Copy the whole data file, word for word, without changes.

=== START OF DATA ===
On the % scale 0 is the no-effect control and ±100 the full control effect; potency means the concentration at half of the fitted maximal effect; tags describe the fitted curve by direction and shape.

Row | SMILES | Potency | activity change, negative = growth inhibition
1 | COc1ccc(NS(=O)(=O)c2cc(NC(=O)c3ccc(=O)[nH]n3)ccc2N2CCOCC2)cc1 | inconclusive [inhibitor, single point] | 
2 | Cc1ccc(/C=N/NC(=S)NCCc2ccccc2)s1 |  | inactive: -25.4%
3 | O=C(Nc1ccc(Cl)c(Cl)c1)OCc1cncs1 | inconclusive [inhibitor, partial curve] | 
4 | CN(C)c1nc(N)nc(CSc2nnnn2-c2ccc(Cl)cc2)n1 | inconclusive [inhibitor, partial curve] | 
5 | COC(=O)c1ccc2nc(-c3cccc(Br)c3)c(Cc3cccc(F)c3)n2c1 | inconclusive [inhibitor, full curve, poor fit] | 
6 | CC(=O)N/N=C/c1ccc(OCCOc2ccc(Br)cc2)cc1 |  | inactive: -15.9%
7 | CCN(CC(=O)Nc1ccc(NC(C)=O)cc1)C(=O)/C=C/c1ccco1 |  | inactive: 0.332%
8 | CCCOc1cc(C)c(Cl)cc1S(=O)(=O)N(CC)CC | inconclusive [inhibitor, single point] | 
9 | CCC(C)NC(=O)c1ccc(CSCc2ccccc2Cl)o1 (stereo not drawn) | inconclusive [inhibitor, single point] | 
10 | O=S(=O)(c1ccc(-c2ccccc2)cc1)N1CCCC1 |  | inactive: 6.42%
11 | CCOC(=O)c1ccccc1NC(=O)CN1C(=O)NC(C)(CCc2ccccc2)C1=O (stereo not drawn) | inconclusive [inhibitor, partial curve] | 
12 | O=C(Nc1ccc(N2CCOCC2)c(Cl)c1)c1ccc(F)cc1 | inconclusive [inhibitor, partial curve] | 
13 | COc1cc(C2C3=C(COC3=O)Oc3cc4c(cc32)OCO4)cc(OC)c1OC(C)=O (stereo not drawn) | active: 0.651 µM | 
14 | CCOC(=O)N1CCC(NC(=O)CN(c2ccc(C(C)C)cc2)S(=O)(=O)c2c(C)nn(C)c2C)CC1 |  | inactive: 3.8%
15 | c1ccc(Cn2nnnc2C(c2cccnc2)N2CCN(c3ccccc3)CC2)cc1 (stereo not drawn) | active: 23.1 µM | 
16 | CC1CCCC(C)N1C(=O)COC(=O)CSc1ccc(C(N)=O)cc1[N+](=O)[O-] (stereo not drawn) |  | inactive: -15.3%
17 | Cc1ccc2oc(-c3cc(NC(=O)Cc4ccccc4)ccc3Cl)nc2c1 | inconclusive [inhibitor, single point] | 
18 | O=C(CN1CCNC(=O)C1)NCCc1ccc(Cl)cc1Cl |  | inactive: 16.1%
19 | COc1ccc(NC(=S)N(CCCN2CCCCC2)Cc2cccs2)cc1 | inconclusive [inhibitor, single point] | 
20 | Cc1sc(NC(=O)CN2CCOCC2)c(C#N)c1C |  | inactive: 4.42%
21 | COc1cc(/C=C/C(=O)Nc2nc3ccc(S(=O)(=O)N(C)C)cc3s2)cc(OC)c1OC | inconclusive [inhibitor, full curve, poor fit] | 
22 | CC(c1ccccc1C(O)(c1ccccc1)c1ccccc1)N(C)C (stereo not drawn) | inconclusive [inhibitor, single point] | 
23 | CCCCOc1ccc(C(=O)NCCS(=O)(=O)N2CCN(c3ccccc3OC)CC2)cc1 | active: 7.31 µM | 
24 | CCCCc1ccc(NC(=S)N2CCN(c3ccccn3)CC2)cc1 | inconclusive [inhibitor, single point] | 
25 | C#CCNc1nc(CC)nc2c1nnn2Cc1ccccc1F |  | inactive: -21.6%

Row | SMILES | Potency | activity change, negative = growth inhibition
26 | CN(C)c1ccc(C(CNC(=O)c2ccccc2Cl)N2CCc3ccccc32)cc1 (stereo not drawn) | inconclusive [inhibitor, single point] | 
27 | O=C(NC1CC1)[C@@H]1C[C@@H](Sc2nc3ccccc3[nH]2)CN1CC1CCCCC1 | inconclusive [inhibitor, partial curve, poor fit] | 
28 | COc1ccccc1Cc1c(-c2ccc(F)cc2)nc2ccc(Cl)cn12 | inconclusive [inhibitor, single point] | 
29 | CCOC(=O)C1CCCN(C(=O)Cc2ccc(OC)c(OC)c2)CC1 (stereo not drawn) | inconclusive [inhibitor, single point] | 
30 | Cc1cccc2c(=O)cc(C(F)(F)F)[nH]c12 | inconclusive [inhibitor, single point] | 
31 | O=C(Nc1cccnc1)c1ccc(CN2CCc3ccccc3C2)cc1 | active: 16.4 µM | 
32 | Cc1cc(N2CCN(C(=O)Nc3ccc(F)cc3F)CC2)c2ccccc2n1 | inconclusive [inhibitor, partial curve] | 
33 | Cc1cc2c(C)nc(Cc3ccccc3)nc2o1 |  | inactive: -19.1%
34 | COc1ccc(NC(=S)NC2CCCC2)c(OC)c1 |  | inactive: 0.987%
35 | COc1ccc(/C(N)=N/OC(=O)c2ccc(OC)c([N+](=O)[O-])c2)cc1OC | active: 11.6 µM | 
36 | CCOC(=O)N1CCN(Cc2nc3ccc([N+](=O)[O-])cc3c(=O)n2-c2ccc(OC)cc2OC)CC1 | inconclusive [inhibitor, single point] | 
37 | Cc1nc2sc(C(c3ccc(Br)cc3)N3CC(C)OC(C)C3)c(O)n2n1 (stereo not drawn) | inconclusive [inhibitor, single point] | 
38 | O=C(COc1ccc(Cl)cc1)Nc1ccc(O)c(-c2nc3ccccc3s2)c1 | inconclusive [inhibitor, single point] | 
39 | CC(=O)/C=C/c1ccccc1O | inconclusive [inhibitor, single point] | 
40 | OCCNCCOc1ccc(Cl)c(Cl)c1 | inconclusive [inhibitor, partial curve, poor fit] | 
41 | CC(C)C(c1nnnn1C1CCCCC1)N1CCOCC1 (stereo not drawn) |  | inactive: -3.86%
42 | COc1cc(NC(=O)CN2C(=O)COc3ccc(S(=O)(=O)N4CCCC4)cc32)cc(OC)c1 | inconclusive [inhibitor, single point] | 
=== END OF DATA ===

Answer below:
On the % scale 0 is the no-effect control and ±100 the full control effect; potency means the concentration at half of the fitted maximal effect; tags describe the fitted curve by direction and shape.

Row | SMILES | Potency | activity change, negative = growth inhibition
1 | COc1ccc(NS(=O)(=O)c2cc(NC(=O)c3ccc(=O)[nH]n3)ccc2N2CCOCC2)cc1 | inconclusive [inhibitor, single point] | 
2 | Cc1ccc(/C=N/NC(=S)NCCc2ccccc2)s1 |  | inactive: -25.4%
3 | O=C(Nc1ccc(Cl)c(Cl)c1)OCc1cncs1 | inconclusive [inhibitor, partial curve] | 
4 | CN(C)c1nc(N)nc(CSc2nnnn2-c2ccc(Cl)cc2)n1 | inconclusive [inhibitor, partial curve] | 
5 | COC(=O)c1ccc2nc(-c3cccc(Br)c3)c(Cc3cccc(F)c3)n2c1 | inconclusive [inhibitor, full curve, poor fit] | 
6 | CC(=O)N/N=C/c1ccc(OCCOc2ccc(Br)cc2)cc1 |  | inactive: -15.9%
7 | CCN(CC(=O)Nc1ccc(NC(C)=O)cc1)C(=O)/C=C/c1ccco1 |  | inactive: 0.332%
8 | CCCOc1cc(C)c(Cl)cc1S(=O)(=O)N(CC)CC | inconclusive [inhibitor, single point] | 
9 | CCC(C)NC(=O)c1ccc(CSCc2ccccc2Cl)o1 (stereo not drawn) | inconclusive [inhibitor, single point] | 
10 | O=S(=O)(c1ccc(-c2ccccc2)cc1)N1CCCC1 |  | inactive: 6.42%
11 | CCOC(=O)c1ccccc1NC(=O)CN1C(=O)NC(C)(CCc2ccccc2)C1=O (stereo not drawn) | inconclusive [inhibitor, partial curve] | 
12 | O=C(Nc1ccc(N2CCOCC2)c(Cl)c1)c1ccc(F)cc1 | inconclusive [inhibitor, partial curve] | 
13 | COc1cc(C2C3=C(COC3=O)Oc3cc4c(cc32)OCO4)cc(OC)c1OC(C)=O (stereo not drawn) | active: 0.651 µM | 
14 | CCOC(=O)N1CCC(NC(=O)CN(c2ccc(C(C)C)cc2)S(=O)(=O)c2c(C)nn(C)c2C)CC1 |  | inactive: 3.8%
15 | c1ccc(Cn2nnnc2C(c2cccnc2)N2CCN(c3ccccc3)CC2)cc1 (stereo not drawn) | active: 23.1 µM | 
16 | CC1CCCC(C)N1C(=O)COC(=O)CSc1ccc(C(N)=O)cc1[N+](=O)[O-] (stereo not drawn) |  | inactive: -15.3%
17 | Cc1ccc2oc(-c3cc(NC(=O)Cc4ccccc4)ccc3Cl)nc2c1 | inconclusive [inhibitor, single point] | 
18 | O=C(CN1CCNC(=O)C1)NCCc1ccc(Cl)cc1Cl |  | inactive: 16.1%
19 | COc1ccc(NC(=S)N(CCCN2CCCCC2)Cc2cccs2)cc1 | inconclusive [inhibitor, single point] | 
20 | Cc1sc(NC(=O)CN2CCOCC2)c(C#N)c1C |  | inactive: 4.42%
21 | COc1cc(/C=C/C(=O)Nc2nc3ccc(S(=O)(=O)N(C)C)cc3s2)cc(OC)c1OC | inconclusive [inhibitor, full curve, poor fit] | 
22 | CC(c1ccccc1C(O)(c1ccccc1)c1ccccc1)N(C)C (stereo not drawn) | inconclusive [inhibitor, single point] | 
23 | CCCCOc1ccc(C(=O)NCCS(=O)(=O)N2CCN(c3ccccc3OC)CC2)cc1 | active: 7.31 µM | 
24 | CCCCc1ccc(NC(=S)N2CCN(c3ccccn3)CC2)cc1 | inconclusive [inhibitor, single point] | 
25 | C#CCNc1nc(CC)nc2c1nnn2Cc1ccccc1F |  | inactive: -21.6%

Row | SMILES | Potency | activity change, negative = growth inhibition
26 | CN(C)c1ccc(C(CNC(=O)c2ccccc2Cl)N2CCc3ccccc32)cc1 (stereo not drawn) | inconclusive [inhibitor, single point] | 
27 | O=C(NC1CC1)[C@@H]1C[C@@H](Sc2nc3ccccc3[nH]2)CN1CC1CCCCC1 | inconclusive [inhibitor, partial curve, poor fit] | 
28 | COc1ccccc1Cc1c(-c2ccc(F)cc2)nc2ccc(Cl)cn12 | inconclusive [inhibitor, single point] | 
29 | CCOC(=O)C1CCCN(C(=O)Cc2ccc(OC)c(OC)c2)CC1 (stereo not drawn) | inconclusive [inhibitor, single point] | 
30 | Cc1cccc2c(=O)cc(C(F)(F)F)[nH]c12 | inconclusive [inhibitor, single point] | 
31 | O=C(Nc1cccnc1)c1ccc(CN2CCc3ccccc3C2)cc1 | active: 16.4 µM | 
32 | Cc1cc(N2CCN(C(=O)Nc3ccc(F)cc3F)CC2)c2ccccc2n1 | inconclusive [inhibitor, partial curve] | 
33 | Cc1cc2c(C)nc(Cc3ccccc3)nc2o1 |  | inactive: -19.1%
34 | COc1ccc(NC(=S)NC2CCCC2)c(OC)c1 |  | inactive: 0.987%
35 | COc1ccc(/C(N)=N/OC(=O)c2ccc(OC)c([N+](=O)[O-])c2)cc1OC | active: 11.6 µM | 
36 | CCOC(=O)N1CCN(Cc2nc3ccc([N+](=O)[O-])cc3c(=O)n2-c2ccc(OC)cc2OC)CC1 | inconclusive [inhibitor, single point] | 
37 | Cc1nc2sc(C(c3ccc(Br)cc3)N3CC(C)OC(C)C3)c(O)n2n1 (stereo not drawn) | inconclusive [inhibitor, single point] | 
38 | O=C(COc1ccc(Cl)cc1)Nc1ccc(O)c(-c2nc3ccccc3s2)c1 | inconclusive [inhibitor, single point] | 
39 | CC(=O)/C=C/c1ccccc1O | inconclusive [inhibitor, single point] | 
40 | OCCNCCOc1ccc(Cl)c(Cl)c1 | inconclusive [inhibitor, partial curve, poor fit] | 
41 | CC(C)C(c1nnnn1C1CCCCC1)N1CCOCC1 (stereo not drawn) |  | inactive: -3.86%
42 | COc1cc(NC(=O)CN2C(=O)COc3ccc(S(=O)(=O)N4CCCC4)cc32)cc(OC)c1 | inconclusive [inhibitor, single point] | 